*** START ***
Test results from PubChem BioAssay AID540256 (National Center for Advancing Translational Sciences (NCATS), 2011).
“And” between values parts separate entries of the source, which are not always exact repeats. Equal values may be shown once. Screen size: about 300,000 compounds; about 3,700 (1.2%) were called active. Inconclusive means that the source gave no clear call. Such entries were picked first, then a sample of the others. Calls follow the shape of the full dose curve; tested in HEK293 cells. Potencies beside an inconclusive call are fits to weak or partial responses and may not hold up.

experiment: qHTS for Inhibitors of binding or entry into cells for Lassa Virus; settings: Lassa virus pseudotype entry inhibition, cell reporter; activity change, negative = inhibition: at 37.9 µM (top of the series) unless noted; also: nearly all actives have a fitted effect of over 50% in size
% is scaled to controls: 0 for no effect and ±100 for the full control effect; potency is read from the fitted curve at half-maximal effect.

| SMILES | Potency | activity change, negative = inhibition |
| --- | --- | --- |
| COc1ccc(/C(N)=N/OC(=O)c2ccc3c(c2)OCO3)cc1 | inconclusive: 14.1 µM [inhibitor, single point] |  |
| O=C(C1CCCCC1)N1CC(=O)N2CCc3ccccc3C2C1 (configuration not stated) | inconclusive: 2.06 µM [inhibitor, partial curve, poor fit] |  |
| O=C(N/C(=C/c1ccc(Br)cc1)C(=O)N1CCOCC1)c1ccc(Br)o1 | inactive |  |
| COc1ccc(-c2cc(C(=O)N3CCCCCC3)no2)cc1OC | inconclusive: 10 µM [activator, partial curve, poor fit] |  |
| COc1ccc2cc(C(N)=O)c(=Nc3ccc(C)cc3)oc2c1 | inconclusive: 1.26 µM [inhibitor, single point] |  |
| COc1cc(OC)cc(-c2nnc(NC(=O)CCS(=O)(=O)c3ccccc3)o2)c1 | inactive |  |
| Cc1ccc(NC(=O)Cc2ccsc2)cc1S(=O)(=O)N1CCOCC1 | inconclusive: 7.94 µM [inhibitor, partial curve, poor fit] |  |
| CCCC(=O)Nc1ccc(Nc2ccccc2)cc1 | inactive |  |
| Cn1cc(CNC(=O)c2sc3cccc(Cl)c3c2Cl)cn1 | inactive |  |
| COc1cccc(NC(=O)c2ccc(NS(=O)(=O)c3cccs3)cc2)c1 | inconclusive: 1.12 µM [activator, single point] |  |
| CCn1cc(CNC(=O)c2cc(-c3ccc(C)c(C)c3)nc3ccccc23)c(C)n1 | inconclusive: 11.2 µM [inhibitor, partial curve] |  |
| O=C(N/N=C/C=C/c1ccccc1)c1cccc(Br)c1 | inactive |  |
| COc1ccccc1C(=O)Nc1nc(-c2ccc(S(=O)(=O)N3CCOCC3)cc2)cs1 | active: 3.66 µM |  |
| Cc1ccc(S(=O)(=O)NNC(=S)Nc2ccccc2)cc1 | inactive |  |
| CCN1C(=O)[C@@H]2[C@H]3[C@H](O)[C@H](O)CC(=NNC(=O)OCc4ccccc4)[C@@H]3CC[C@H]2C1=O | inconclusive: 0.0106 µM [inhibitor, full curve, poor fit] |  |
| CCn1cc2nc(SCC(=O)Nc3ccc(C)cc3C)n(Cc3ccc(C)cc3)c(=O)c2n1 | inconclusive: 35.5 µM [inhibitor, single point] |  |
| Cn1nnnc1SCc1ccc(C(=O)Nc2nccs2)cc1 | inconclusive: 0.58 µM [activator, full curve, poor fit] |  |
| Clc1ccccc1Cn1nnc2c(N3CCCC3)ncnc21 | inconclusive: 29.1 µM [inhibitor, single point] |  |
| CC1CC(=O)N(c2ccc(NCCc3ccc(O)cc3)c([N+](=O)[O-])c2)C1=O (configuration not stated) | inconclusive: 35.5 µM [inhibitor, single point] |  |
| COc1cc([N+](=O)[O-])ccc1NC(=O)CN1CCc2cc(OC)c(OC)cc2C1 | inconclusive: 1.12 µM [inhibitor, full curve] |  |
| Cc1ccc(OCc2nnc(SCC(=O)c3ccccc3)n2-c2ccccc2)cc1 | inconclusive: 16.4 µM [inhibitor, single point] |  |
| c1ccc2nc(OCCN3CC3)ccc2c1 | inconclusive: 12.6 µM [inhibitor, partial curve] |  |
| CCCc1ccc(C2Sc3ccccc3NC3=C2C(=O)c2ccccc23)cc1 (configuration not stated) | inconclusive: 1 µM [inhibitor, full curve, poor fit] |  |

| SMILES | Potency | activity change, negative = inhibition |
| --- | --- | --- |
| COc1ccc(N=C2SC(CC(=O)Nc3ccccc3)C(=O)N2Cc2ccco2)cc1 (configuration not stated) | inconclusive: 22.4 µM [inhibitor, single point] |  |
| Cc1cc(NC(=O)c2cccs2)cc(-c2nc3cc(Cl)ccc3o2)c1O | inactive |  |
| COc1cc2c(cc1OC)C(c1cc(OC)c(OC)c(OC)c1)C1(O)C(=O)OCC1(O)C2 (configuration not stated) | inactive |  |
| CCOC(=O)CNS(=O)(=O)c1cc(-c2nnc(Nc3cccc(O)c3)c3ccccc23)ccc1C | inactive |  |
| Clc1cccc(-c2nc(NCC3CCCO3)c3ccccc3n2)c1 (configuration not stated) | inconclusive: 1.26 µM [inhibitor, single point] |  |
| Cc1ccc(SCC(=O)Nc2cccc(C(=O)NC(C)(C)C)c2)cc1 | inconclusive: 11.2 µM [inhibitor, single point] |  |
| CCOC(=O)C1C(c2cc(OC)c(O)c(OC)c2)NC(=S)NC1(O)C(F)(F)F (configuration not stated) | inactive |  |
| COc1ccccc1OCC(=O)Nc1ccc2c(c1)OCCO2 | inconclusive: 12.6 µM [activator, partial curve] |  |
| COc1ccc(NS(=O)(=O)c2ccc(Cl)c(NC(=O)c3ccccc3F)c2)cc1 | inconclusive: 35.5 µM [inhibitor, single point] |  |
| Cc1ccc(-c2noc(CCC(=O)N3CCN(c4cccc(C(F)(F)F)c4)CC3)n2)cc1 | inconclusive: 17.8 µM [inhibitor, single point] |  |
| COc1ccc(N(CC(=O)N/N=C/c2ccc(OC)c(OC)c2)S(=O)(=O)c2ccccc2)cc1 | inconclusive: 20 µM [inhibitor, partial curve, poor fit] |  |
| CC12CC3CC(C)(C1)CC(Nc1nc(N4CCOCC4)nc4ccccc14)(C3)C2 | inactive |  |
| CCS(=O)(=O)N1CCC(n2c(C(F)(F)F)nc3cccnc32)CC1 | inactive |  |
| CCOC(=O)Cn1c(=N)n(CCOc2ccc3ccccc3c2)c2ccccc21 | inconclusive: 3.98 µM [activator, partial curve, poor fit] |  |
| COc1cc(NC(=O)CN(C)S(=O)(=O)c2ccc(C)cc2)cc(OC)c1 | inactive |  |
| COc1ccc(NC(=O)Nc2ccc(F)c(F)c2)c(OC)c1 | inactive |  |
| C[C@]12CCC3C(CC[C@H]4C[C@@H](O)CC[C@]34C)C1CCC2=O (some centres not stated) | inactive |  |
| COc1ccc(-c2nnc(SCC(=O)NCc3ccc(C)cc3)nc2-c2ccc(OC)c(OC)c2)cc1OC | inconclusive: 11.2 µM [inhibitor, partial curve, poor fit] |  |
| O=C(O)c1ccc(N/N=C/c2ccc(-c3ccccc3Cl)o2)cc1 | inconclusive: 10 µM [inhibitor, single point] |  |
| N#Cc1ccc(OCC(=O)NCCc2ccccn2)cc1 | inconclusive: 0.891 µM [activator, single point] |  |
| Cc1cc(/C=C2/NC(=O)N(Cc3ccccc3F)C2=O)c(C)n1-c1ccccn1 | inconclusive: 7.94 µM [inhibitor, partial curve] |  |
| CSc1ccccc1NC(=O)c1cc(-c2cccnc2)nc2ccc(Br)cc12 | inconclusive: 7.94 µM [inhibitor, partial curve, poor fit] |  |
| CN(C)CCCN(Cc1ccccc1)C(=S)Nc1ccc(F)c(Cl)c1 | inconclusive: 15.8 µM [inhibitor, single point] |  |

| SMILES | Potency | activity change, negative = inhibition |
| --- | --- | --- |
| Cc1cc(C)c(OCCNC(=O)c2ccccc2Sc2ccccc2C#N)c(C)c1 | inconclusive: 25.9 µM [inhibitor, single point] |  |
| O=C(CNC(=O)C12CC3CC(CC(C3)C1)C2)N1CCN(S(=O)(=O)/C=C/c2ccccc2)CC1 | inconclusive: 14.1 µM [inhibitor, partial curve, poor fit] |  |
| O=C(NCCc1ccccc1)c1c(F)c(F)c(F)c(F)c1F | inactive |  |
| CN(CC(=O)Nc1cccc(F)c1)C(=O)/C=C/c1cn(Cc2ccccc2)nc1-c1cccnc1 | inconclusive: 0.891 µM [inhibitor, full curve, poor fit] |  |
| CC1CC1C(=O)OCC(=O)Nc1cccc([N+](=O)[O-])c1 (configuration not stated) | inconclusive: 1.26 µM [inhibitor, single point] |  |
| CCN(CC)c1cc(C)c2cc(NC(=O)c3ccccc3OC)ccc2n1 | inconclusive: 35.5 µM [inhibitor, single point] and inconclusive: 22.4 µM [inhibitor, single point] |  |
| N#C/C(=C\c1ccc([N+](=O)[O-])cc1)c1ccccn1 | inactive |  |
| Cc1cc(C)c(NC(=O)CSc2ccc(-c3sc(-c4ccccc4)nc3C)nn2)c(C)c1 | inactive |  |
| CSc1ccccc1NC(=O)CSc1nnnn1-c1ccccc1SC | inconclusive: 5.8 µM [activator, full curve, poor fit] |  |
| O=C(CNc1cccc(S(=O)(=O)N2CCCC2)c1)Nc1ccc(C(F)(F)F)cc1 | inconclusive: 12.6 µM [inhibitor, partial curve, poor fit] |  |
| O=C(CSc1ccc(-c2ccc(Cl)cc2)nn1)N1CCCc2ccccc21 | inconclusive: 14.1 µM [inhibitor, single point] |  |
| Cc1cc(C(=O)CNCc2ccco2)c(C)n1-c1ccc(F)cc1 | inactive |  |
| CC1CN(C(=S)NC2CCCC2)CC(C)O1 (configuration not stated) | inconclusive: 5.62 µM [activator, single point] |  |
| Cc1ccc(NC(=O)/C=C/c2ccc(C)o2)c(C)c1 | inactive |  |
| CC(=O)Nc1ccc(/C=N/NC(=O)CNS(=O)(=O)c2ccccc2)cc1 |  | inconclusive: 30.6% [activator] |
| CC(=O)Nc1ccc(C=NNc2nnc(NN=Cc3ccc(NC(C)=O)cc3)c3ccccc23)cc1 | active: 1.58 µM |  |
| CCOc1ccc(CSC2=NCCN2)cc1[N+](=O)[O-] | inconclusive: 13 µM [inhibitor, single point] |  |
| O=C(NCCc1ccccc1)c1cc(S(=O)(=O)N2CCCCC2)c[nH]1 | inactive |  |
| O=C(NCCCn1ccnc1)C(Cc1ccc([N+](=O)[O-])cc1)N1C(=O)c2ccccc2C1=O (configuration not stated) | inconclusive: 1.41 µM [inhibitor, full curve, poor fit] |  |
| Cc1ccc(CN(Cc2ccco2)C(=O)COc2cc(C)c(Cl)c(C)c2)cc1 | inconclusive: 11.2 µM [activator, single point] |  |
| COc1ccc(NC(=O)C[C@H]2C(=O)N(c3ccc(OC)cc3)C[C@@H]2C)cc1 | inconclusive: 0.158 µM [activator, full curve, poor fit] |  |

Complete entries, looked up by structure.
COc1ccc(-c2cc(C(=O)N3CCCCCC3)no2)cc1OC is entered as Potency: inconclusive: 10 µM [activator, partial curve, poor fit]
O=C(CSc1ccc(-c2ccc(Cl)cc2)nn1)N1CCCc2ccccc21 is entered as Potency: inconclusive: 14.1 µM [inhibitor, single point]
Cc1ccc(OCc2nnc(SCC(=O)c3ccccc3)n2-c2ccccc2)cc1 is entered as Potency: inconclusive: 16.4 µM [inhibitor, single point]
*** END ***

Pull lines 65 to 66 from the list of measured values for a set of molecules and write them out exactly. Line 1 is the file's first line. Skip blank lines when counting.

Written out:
| CSc1ccccc1NC(=O)CSc1nnnn1-c1ccccc1SC | inconclusive: 5.8 µM [activator, full curve, poor fit] |  |
| O=C(CNc1cccc(S(=O)(=O)N2CCCC2)c1)Nc1ccc(C(F)(F)F)cc1 | inconclusive: 12.6 µM [inhibitor, partial curve, poor fit] |  |